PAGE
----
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A video game tribute to the Feminine
by rahul sehgal on 01/13/16 01:11:00 pm   Featured Blogs

The following blog post, unless otherwise noted, was written by a member of Gamasutra’s community.
The thoughts and opinions expressed are those of the writer and not Gamasutra or its parent company.

 

A while ago, something terrible happened in India, my home country. A young girl, a student, was brutally raped and mutilated by five men in a moving bus and died of her injuries shortly thereafter. As a nation, it shook us to the core. Many of us realized that there was something fundamentally wrong in the relationship between males and females in our country. Every year, millions of female foetuses are aborted in India because males are preferred; it has led to the odd situation that if you’re going to have a baby, it’s illegal to find out if its a boy or girl.

This world, composed of individuals such as myself, seems to be a cynical, brutal and self-destructive place. When I find myself assigning responsibility for this mess to other individuals, I cannot help but see slivers of the same darkness within. This leads me to examine my life, and further, my work.

I’m a husband and father of three (two human and one canine) and a game designer/developer. Apart from providing for my family, I see my work as a responsibility. I make video games; I also lecture and mentor students at a game dev college. Among the subjects I teach is “Influence of Video Games”. I've had to research this subject in some depth, and it has been a revelation. I worry about the effects of violence in video games and while there are lots of studies and opinions out there, common sense tells me that a human cannot be exposed to simulated violence for prolonged periods without adverse effects.

A disclaimer: I play skill-based games; shooters are my favourite kind of game and I'm a fan of the Halo and Gears of War franchises among others. I also strongly believe in the adage ‘To each, his own’ and think that people (and companies) should be free to create the kind of content they like, as long as it’s rated correctly.

About a year and a half ago, I started working in earnest on a new game concept. In the beginning, I worked on the gameplay and mechanics and once we were a ways into creating it, I started to think about the fiction of the game (the game world, characters, theme).

At this point, my daughter Sitara (means the Morning Star) was born and Shit Got Very Real. She had been born into a misogynist, violent world and it struck me that I couldn't just sit there sharing articles on Facebook.

The most effective tool I possess is my work creating video games. I decided to make a game that would strive to be fun without using violence, battle gender stereotypes and be engaging without deliberately creating addiction through Skinner Box tactics.

I was lucky to be part of a team that supported this direction for our game. We were aware of the consequences of these decisions; we were going against the market. Gratifying violence sells, and a female protagonist in an action game is considered out of place; but then this is exactly what we’re trying to fix.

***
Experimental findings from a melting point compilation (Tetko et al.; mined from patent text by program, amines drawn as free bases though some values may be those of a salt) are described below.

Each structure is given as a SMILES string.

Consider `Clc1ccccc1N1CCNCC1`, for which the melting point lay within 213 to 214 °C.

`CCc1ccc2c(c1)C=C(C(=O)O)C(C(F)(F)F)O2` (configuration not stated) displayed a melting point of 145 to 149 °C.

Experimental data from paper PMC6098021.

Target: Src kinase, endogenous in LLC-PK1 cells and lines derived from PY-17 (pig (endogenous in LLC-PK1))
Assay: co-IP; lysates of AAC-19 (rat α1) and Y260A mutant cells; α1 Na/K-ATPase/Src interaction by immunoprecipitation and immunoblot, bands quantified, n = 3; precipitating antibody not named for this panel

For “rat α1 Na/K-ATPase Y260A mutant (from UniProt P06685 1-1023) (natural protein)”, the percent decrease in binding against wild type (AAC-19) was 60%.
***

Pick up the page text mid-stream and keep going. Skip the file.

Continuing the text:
Bird of Light has taken a year and half to make; for most of this time, we've managed to support ourselves through our part-time teaching jobs, client projects and loans from family. It’s been interesting, to say the least. At one point, you realize that a project born of purpose stops being work and becomes a central part of life; personal and professional challenges start to become indistinguishable. Survival starts to feel like victory and once you've lived like this for a while, the Fear leaves.

The Universe has helped; I’ll give it that. Strangers from across the world appeared, willing to collaborate with us for little or no money. A Romanian composer agreed to do the music. A schoolboy from the Czech Republic who happened to be a video editing wizard, made the trailer. There is a stunning nobility to the community of independent video game developers across the world, connected intimately via social media, cooperatively creating fantastic content.

It seems, however, that the Universe may also want us to market and publish the game by ourselves. Publishers are wary of the theme of the game, particularly the female lead. One asked us outright if we would be willing to change the protagonist to a male; another asked to let players choose between a male and female character. We said No, Tara is a girl, and this is her game. 

And there’s something else in there that we don’t talk too much about- Animals.

The game has a deeper theme that explores our relationship with animals. I have a Labrador Retriever, Flor de Lis , whom I love her with all my heart; she is no lesser a child than my human children. Her presence in my life has brought about tumult in my food habits; this is an ongoing struggle that finds expression in the story of the game.

Bird of Light has turned out well; it is truly a game that we are thrilled to have made. It is unapologetically feminine; the gameplay is multi-layered and reveals itself slowly. I’d be lying if I said that we didn't care about how well the game did in the market. We want lots of people to play it, and to this end we've designed the game to be free-to-play.

Bird of Light is in Beta now; that is, a few people are playing it and giving us feedback as I write this. 

Making a living doing what we love is a rare and awesome super power and one that we have fought hard for; we shall use it wisely.


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